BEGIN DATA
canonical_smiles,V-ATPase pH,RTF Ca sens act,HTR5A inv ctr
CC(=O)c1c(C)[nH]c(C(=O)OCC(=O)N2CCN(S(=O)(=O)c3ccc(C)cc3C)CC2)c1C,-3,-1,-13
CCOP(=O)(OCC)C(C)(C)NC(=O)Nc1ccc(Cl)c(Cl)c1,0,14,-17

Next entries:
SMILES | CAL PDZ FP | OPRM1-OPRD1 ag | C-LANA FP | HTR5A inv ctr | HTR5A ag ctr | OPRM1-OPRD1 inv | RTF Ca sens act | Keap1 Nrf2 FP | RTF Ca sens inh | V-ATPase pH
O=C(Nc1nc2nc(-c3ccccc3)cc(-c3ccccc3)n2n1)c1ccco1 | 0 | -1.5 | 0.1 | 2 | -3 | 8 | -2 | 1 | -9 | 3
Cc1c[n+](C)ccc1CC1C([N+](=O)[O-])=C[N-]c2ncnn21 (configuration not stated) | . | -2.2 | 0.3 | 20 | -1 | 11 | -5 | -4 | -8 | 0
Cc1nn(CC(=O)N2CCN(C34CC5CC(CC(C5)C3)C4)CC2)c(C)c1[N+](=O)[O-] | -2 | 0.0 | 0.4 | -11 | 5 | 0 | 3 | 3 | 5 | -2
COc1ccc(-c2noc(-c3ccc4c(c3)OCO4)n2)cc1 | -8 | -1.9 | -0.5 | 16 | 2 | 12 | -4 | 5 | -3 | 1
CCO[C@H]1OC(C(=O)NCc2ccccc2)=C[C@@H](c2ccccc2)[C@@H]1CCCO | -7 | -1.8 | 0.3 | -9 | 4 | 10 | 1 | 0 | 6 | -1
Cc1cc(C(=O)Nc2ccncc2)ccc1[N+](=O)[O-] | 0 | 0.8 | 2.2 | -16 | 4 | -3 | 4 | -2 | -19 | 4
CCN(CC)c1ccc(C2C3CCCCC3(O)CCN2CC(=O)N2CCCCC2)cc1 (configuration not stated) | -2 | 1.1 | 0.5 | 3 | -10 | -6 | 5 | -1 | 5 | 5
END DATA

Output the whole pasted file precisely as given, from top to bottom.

canonical_smiles,V-ATPase pH,RTF Ca sens act,HTR5A inv ctr
CC(=O)c1c(C)[nH]c(C(=O)OCC(=O)N2CCN(S(=O)(=O)c3ccc(C)cc3C)CC2)c1C,-3,-1,-13
CCOP(=O)(OCC)C(C)(C)NC(=O)Nc1ccc(Cl)c(Cl)c1,0,14,-17

Next entries:
SMILES | CAL PDZ FP | OPRM1-OPRD1 ag | C-LANA FP | HTR5A inv ctr | HTR5A ag ctr | OPRM1-OPRD1 inv | RTF Ca sens act | Keap1 Nrf2 FP | RTF Ca sens inh | V-ATPase pH
O=C(Nc1nc2nc(-c3ccccc3)cc(-c3ccccc3)n2n1)c1ccco1 | 0 | -1.5 | 0.1 | 2 | -3 | 8 | -2 | 1 | -9 | 3
Cc1c[n+](C)ccc1CC1C([N+](=O)[O-])=C[N-]c2ncnn21 (configuration not stated) | . | -2.2 | 0.3 | 20 | -1 | 11 | -5 | -4 | -8 | 0
Cc1nn(CC(=O)N2CCN(C34CC5CC(CC(C5)C3)C4)CC2)c(C)c1[N+](=O)[O-] | -2 | 0.0 | 0.4 | -11 | 5 | 0 | 3 | 3 | 5 | -2
COc1ccc(-c2noc(-c3ccc4c(c3)OCO4)n2)cc1 | -8 | -1.9 | -0.5 | 16 | 2 | 12 | -4 | 5 | -3 | 1
CCO[C@H]1OC(C(=O)NCc2ccccc2)=C[C@@H](c2ccccc2)[C@@H]1CCCO | -7 | -1.8 | 0.3 | -9 | 4 | 10 | 1 | 0 | 6 | -1
Cc1cc(C(=O)Nc2ccncc2)ccc1[N+](=O)[O-] | 0 | 0.8 | 2.2 | -16 | 4 | -3 | 4 | -2 | -19 | 4
CCN(CC)c1ccc(C2C3CCCCC3(O)CCN2CC(=O)N2CCCCC2)cc1 (configuration not stated) | -2 | 1.1 | 0.5 | 3 | -10 | -6 | 5 | -1 | 5 | 5